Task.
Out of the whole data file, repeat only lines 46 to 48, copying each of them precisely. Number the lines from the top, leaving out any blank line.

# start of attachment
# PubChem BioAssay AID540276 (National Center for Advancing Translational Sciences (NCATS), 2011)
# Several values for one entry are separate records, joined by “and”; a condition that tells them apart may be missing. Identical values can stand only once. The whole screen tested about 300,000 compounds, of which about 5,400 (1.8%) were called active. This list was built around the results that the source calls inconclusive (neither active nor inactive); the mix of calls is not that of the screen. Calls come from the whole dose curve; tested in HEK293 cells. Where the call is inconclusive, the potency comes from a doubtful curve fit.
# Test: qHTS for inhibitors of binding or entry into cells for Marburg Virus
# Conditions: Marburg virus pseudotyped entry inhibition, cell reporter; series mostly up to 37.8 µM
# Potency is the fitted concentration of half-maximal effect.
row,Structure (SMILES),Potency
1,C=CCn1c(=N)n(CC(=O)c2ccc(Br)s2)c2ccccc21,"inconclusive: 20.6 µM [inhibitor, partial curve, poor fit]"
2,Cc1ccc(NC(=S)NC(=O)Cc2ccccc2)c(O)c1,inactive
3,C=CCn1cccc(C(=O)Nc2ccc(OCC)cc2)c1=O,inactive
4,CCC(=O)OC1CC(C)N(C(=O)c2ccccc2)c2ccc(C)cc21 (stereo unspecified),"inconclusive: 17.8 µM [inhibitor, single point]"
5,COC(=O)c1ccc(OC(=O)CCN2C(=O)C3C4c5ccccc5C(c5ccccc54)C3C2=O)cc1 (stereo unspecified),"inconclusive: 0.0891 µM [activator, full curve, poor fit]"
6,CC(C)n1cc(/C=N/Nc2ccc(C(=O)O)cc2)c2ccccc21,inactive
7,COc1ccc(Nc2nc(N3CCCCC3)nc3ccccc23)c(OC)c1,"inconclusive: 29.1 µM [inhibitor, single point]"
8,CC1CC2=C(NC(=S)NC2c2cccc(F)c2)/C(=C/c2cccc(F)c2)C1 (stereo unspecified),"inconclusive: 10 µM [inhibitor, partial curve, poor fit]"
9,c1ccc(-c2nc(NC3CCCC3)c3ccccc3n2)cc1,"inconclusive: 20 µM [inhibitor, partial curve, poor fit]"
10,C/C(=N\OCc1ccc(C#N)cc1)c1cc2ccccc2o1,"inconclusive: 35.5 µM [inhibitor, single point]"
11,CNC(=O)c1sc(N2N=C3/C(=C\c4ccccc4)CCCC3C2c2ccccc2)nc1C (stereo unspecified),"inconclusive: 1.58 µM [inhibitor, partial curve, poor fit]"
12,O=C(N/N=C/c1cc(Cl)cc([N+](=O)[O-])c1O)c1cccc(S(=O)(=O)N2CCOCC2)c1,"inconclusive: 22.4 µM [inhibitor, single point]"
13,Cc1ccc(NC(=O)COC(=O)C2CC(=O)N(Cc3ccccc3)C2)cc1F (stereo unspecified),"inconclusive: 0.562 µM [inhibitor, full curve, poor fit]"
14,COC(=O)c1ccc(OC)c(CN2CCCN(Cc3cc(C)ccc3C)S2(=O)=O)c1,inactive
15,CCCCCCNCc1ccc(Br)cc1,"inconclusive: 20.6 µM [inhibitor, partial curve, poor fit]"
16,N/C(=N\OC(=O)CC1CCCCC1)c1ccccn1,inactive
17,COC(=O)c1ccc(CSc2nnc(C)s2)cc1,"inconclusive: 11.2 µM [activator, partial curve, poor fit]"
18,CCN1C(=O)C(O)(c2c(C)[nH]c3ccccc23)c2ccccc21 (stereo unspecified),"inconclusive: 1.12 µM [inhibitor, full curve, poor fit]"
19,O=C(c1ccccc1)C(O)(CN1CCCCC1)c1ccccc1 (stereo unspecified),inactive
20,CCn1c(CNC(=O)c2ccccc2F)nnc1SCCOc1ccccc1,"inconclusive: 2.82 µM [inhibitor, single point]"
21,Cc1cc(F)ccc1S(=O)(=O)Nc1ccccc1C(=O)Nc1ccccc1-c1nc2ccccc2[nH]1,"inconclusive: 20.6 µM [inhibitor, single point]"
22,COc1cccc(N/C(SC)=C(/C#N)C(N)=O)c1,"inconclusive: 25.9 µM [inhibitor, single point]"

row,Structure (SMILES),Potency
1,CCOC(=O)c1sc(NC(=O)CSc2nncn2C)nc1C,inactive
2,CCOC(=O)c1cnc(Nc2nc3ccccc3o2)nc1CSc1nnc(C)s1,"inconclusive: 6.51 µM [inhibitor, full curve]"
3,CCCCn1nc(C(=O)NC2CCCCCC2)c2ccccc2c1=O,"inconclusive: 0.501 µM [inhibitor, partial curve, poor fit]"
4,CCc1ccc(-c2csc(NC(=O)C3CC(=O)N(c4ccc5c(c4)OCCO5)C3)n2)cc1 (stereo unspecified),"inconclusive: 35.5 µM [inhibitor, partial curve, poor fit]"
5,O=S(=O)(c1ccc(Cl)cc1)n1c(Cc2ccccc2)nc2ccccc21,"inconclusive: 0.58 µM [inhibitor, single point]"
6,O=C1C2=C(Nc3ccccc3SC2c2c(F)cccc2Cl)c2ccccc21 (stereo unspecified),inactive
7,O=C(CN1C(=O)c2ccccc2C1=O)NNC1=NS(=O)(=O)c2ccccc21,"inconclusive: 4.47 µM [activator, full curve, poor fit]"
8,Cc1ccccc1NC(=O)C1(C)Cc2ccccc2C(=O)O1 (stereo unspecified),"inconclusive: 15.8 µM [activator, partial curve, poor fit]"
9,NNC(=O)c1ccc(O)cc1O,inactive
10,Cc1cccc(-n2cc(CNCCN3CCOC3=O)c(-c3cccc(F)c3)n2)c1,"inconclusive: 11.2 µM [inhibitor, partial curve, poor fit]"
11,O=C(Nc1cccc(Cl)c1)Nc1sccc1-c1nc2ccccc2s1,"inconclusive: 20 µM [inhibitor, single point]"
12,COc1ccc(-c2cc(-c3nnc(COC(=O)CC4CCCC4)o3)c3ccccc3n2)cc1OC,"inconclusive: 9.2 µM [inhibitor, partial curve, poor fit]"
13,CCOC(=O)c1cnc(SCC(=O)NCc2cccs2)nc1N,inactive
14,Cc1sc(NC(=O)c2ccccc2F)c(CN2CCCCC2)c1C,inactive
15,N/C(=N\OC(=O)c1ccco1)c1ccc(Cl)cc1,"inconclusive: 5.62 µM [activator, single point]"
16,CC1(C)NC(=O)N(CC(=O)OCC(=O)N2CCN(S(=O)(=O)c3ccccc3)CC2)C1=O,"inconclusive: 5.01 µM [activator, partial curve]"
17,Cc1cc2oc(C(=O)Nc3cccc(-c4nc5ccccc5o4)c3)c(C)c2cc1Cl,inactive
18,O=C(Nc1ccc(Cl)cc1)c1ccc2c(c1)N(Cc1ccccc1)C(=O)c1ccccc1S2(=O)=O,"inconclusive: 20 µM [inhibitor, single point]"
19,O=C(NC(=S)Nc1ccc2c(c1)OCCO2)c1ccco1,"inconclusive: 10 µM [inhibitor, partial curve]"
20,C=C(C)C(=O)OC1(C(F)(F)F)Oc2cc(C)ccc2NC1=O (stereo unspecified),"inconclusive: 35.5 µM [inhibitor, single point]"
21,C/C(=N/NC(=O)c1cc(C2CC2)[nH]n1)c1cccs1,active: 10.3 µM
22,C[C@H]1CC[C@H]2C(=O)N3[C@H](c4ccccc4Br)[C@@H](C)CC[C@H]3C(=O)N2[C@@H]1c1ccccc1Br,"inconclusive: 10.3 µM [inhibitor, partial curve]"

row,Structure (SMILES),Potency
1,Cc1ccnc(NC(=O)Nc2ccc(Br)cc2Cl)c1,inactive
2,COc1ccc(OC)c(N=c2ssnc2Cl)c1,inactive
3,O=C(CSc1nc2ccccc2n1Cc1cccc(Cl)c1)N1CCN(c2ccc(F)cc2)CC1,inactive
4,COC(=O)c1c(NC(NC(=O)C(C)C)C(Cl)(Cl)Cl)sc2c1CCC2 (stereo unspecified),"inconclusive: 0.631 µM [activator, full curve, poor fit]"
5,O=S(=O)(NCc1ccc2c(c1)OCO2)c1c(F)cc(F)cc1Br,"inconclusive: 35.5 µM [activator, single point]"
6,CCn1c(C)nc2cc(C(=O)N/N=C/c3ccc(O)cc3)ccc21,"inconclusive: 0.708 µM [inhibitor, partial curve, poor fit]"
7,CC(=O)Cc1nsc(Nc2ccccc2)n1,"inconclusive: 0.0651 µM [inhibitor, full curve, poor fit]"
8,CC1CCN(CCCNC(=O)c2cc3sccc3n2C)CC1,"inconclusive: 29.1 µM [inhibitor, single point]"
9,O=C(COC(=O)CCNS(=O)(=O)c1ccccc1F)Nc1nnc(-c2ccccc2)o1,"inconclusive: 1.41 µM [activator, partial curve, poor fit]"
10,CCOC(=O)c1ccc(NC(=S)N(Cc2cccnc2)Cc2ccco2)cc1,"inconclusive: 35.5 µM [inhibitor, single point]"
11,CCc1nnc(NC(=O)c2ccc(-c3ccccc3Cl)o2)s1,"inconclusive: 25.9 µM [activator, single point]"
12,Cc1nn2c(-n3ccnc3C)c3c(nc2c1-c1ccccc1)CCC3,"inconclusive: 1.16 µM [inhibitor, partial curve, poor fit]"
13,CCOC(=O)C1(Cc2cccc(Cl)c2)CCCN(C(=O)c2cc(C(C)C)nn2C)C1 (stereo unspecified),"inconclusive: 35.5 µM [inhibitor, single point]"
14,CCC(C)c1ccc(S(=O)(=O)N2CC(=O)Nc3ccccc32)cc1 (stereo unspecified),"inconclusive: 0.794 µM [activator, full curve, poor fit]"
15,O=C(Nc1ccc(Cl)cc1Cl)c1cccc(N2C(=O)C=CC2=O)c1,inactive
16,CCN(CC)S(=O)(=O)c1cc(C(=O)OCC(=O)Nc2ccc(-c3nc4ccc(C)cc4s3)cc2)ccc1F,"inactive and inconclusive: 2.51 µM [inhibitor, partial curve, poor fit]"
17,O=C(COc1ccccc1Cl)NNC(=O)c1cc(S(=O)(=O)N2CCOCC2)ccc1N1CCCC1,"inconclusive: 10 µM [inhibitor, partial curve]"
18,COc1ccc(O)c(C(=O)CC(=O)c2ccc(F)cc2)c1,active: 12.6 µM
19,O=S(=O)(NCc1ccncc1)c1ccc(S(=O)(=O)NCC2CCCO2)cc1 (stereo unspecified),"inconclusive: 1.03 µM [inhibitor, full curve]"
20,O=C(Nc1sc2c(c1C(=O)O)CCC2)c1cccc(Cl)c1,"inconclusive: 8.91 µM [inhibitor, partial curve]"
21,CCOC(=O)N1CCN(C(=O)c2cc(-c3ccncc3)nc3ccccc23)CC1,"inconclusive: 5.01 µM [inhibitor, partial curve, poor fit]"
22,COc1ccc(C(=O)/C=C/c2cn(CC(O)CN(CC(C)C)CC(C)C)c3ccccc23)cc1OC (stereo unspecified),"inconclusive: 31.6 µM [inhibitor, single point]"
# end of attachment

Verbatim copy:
17,Cc1cc2oc(C(=O)Nc3cccc(-c4nc5ccccc5o4)c3)c(C)c2cc1Cl,inactive
18,O=C(Nc1ccc(Cl)cc1)c1ccc2c(c1)N(Cc1ccccc1)C(=O)c1ccccc1S2(=O)=O,"inconclusive: 20 µM [inhibitor, single point]"
19,O=C(NC(=S)Nc1ccc2c(c1)OCCO2)c1ccco1,"inconclusive: 10 µM [inhibitor, partial curve]"